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Thursday, September 30, 2010

Juarez children: witnesses of violence, future of peace

Democracynow! interviews independent journalist Jean Friedman-Rudovsky, who journeyed to Ciudad Juárez, Mexico to investigate the impact of extreme violence on children. Her reports from the ground were published in Village Voice media: "Juarez children: Drugs, death, and fear."
Jean Friedman-Rudovsky witnessed immense suffering by children and their families who had experienced the violence first hand, but she also felt great hope from the people of Juarez, directed at their children. Locals are focusing peace efforts in bettering the lives of their children through giving them good daycare, education, extracurricular activities and overall emotional support.

Friday, September 24, 2010

Happy Endings

My father always said; “No hay un mal de donde no salga un bien” There is nothing bad that happens from which something good can come. Last week a family that owned a small neighborhood store in one of the colonias and had lived in that colornia for many years, had their daughter kidnapped. The family was well known and loved. The family had to raise thousands of pesos if they wanted their daughter back!! One can only imagine the pain and desperation of this father who began to sell and borrow to have the ransom money. The neighbors gathered in solidarity and began to bring him little by little small savings, the money they had to pay their bills, the money they had saved for an emergency and a small miracle happened that with the help of all the neighbors this father was able to have the ransom money. When word was out that the daughter was to be returned, the neighbors began to pour out into the street, and there was such an outpouring of love and unity that no one could hold back the tears and joy. The street was filled with children, youth, the old all united as good neighbors to end a nightmare with embraces of welcome and so much love.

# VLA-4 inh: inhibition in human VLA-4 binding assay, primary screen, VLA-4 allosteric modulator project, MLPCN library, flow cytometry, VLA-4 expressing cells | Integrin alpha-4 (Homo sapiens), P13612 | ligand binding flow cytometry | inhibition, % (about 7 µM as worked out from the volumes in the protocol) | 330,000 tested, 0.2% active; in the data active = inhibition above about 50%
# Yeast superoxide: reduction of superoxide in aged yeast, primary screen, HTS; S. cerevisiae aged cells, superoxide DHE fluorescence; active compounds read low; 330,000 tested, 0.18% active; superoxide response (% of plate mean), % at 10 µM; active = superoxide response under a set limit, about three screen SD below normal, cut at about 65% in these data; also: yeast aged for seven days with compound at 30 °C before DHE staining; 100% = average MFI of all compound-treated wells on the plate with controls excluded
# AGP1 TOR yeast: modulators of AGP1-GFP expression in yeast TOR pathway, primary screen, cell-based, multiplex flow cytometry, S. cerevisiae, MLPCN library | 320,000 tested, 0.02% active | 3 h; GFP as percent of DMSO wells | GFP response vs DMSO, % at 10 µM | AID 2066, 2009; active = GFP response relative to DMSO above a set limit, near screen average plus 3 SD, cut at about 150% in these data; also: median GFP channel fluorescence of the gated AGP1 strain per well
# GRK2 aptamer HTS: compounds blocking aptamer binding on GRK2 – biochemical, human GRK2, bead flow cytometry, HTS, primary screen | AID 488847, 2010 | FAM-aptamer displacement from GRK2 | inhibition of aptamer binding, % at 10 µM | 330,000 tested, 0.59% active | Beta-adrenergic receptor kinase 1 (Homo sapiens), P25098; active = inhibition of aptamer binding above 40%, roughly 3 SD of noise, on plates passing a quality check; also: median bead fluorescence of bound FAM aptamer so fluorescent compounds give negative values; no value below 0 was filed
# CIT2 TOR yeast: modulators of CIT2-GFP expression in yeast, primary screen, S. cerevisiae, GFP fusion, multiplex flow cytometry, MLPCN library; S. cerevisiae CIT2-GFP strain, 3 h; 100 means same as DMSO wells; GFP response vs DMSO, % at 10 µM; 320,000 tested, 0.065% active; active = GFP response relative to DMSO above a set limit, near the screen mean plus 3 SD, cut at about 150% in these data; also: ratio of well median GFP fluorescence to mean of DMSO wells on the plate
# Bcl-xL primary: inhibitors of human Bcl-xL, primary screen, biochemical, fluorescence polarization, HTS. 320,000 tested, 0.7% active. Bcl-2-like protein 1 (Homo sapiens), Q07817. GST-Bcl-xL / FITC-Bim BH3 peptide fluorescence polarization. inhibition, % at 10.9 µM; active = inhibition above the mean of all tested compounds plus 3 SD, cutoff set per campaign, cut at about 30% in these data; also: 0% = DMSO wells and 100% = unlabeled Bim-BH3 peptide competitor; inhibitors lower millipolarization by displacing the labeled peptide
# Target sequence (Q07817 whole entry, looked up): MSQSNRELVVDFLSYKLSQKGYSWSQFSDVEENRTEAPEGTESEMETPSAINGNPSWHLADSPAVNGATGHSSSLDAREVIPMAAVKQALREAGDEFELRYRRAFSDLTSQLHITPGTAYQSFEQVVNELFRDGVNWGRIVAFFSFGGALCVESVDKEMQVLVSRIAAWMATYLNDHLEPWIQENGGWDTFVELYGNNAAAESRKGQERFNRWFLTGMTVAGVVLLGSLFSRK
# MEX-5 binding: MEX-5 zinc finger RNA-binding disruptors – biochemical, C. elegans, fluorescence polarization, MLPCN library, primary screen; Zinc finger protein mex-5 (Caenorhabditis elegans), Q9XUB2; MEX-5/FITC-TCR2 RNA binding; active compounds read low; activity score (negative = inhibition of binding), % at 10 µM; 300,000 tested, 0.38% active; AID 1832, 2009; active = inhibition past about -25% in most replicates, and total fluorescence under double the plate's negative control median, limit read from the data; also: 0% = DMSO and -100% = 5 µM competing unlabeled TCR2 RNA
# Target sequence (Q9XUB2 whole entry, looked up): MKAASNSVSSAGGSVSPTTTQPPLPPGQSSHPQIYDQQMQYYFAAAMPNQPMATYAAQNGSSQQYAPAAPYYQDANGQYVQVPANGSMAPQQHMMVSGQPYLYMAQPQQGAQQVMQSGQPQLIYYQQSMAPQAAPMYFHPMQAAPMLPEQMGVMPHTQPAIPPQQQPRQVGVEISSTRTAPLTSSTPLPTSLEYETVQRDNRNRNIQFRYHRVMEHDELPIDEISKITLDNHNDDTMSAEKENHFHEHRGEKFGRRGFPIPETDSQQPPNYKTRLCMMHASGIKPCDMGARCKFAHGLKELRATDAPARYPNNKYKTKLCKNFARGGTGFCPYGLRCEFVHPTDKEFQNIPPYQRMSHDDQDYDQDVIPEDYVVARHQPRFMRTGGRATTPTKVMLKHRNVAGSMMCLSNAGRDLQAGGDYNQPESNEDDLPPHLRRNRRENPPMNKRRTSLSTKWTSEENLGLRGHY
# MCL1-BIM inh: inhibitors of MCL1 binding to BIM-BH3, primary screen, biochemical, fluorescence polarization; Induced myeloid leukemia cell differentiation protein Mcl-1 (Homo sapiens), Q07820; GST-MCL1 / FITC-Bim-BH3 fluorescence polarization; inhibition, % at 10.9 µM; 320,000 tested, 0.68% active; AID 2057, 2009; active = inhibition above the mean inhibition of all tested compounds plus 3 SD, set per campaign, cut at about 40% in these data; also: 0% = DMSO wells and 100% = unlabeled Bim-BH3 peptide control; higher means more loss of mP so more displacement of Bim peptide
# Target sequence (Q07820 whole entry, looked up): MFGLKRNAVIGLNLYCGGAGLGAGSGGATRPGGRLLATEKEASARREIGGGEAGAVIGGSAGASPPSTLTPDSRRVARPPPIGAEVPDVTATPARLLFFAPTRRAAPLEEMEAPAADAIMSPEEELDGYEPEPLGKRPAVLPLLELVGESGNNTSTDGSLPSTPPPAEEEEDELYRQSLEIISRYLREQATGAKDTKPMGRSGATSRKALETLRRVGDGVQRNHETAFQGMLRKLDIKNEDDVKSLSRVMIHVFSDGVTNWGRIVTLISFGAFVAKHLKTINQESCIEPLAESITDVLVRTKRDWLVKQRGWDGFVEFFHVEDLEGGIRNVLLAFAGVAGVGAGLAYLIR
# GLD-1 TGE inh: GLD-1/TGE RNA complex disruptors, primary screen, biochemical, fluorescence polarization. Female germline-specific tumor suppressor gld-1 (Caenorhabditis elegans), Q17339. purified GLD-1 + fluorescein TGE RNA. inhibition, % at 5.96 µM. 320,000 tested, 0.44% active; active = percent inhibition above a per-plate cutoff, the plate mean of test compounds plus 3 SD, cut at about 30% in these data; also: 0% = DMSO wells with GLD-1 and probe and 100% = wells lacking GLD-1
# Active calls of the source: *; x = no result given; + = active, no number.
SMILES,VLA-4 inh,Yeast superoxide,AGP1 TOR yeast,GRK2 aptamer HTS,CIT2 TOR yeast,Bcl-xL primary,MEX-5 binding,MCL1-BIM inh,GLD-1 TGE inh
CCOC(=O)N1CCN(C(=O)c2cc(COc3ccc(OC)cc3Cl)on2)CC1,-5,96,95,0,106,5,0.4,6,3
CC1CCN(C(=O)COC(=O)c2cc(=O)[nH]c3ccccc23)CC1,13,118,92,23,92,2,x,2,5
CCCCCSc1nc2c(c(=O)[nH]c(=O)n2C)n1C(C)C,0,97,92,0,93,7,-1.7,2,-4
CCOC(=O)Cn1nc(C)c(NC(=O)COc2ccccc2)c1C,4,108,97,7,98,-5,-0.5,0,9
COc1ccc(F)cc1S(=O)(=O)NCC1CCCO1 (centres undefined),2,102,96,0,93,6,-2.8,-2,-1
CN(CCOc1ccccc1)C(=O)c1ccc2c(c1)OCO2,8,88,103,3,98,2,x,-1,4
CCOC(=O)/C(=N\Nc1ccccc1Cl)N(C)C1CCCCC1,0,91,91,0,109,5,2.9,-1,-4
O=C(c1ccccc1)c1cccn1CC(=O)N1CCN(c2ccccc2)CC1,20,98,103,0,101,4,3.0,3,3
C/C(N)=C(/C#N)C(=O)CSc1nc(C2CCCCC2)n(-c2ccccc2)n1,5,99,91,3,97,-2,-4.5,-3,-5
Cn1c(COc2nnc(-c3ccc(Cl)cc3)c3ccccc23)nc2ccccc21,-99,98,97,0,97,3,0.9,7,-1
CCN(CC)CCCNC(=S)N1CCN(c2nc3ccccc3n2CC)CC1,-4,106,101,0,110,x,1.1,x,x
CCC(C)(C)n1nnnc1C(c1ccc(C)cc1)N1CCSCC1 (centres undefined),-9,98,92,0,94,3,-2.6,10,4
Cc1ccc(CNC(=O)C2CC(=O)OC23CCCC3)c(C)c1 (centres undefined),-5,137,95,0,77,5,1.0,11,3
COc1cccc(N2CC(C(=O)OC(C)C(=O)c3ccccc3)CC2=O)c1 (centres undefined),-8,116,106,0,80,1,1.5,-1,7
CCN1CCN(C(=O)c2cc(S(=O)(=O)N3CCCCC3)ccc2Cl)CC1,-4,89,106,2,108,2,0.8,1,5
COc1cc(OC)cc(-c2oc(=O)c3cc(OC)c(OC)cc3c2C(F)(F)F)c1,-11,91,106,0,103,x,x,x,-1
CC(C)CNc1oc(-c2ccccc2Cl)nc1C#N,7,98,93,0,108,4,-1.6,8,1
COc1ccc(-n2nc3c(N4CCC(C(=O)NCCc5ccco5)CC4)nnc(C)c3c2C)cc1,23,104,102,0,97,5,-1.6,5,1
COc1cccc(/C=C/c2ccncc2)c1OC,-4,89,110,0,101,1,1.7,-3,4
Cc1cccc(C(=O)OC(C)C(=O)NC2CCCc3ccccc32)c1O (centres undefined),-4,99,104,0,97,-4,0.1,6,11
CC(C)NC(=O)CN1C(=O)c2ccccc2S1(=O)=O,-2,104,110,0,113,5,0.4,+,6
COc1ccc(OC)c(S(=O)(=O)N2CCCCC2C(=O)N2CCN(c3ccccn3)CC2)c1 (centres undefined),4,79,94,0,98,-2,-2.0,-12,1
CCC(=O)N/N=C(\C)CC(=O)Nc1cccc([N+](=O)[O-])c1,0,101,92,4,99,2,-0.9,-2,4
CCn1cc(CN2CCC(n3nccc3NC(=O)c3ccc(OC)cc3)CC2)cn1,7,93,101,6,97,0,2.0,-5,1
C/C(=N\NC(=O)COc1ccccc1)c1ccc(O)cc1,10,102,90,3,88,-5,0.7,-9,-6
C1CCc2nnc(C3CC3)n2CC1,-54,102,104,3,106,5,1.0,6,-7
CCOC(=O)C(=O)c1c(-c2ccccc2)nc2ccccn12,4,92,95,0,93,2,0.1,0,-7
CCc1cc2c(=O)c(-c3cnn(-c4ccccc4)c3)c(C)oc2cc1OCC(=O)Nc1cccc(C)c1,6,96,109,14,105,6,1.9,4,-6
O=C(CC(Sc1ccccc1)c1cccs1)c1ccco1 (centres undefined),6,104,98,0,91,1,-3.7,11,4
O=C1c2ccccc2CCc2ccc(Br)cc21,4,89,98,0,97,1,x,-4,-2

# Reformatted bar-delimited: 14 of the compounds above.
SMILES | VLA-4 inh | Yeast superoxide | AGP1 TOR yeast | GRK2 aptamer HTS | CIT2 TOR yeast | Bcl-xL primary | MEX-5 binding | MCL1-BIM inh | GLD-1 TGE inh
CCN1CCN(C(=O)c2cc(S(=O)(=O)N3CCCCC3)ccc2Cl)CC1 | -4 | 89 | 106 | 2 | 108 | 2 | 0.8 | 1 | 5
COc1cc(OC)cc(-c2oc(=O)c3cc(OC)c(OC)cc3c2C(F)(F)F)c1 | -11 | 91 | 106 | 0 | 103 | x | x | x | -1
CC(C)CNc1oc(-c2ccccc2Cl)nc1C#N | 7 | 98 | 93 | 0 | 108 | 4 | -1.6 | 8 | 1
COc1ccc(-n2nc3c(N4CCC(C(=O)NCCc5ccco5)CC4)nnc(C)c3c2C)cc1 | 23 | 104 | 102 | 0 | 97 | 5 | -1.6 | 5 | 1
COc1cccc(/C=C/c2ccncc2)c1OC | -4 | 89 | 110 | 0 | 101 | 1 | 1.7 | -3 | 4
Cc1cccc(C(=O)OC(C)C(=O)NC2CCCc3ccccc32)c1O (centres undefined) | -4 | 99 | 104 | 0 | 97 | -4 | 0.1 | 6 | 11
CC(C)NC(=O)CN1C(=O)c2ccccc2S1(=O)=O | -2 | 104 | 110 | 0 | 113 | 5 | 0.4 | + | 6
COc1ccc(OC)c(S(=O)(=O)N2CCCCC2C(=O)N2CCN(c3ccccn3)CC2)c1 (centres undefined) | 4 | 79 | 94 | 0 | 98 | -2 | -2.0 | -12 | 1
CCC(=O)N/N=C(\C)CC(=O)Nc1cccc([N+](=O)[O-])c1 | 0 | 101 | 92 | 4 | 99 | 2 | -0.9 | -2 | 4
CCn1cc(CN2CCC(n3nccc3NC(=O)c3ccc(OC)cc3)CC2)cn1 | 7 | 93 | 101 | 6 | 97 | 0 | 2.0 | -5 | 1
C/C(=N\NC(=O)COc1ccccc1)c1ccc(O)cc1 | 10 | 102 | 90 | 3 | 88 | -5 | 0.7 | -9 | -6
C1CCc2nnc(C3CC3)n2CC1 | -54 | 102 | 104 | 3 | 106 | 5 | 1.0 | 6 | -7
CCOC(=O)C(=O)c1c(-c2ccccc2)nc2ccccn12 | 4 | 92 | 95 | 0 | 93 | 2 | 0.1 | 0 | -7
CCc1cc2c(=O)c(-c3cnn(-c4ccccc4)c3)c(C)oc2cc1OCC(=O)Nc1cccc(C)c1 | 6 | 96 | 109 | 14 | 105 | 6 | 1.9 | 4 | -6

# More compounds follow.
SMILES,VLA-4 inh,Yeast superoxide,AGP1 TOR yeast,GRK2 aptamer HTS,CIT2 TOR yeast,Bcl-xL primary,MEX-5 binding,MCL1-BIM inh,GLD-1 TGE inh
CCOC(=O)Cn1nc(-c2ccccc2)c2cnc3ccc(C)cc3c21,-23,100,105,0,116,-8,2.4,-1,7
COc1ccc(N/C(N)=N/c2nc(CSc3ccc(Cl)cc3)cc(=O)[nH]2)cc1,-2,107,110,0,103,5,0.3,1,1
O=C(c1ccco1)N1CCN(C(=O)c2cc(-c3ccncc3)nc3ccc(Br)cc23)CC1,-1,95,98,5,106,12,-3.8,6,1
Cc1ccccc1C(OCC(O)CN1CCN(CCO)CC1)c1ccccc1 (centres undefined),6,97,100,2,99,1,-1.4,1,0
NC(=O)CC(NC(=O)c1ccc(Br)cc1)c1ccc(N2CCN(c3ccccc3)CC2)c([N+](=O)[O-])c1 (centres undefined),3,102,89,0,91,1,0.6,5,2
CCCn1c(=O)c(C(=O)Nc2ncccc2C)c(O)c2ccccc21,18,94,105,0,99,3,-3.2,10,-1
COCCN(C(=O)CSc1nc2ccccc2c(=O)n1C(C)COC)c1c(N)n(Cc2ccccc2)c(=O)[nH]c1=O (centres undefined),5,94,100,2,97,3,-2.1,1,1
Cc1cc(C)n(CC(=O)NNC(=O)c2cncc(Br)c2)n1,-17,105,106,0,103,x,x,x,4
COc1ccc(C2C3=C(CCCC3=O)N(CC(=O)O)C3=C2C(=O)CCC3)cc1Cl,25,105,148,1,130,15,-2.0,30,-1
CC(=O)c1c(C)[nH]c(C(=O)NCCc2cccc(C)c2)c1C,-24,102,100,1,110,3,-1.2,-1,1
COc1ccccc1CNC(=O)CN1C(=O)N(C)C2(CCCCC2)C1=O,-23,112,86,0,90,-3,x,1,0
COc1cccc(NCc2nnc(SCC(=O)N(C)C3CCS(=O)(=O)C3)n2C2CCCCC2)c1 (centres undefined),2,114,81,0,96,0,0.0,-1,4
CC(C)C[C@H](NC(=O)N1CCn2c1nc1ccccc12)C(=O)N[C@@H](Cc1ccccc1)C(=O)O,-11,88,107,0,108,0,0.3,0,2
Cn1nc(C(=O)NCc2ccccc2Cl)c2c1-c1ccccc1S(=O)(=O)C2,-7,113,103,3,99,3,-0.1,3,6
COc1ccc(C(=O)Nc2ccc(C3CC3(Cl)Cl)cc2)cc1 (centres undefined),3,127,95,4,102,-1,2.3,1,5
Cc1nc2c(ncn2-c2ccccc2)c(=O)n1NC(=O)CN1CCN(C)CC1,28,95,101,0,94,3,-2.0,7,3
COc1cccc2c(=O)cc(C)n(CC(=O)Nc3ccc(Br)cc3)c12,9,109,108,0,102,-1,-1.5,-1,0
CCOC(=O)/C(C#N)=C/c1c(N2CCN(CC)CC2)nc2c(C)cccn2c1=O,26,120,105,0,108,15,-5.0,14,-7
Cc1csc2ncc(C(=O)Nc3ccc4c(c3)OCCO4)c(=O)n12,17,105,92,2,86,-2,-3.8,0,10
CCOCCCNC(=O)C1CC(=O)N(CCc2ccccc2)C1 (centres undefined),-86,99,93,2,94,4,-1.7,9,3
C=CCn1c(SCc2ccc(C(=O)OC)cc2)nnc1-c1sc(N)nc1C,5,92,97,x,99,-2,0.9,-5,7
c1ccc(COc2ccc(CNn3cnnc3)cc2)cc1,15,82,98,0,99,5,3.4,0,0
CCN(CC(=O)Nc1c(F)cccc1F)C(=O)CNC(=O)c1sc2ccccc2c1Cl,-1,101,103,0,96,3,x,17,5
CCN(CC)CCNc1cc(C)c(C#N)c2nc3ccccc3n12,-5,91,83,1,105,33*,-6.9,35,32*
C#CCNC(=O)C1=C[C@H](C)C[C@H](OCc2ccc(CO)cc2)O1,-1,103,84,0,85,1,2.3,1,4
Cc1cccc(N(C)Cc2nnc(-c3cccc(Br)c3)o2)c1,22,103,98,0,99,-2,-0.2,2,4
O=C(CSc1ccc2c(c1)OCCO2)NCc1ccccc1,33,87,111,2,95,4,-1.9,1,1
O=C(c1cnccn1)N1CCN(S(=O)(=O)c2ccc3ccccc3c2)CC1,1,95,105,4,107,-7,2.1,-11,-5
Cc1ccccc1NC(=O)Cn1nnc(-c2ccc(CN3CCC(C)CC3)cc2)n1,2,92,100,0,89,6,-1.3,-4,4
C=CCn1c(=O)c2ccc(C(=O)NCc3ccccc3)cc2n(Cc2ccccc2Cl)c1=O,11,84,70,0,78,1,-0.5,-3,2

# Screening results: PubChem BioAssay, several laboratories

To hear the enthusiasm and gratefulness of the person who shared this story with me just filled me with gratitude for a happy ending. It also helped me apply my father’s wisdom, to every day happenings to life here in Juraez.

Wednesday, September 15, 2010

What are we celebrating?

Violence and drugs affect the city of Juarez in many ways, some bad, some for the better. When Nina and I wake up in the morning you see families walking their kids to school. The kids that are being walked are not just 5 or 6, they're 17 and 18 years old. The community and the family has become very close knit and important. People ask families "Why do you walk your young adults to school?, it wont stop them from taking your daughter or son. they will just kill or take you too", their response is "at least I will know, at least I will know what has happened to my son or daughter". Families eat together at the table, talk, listen, and love each other.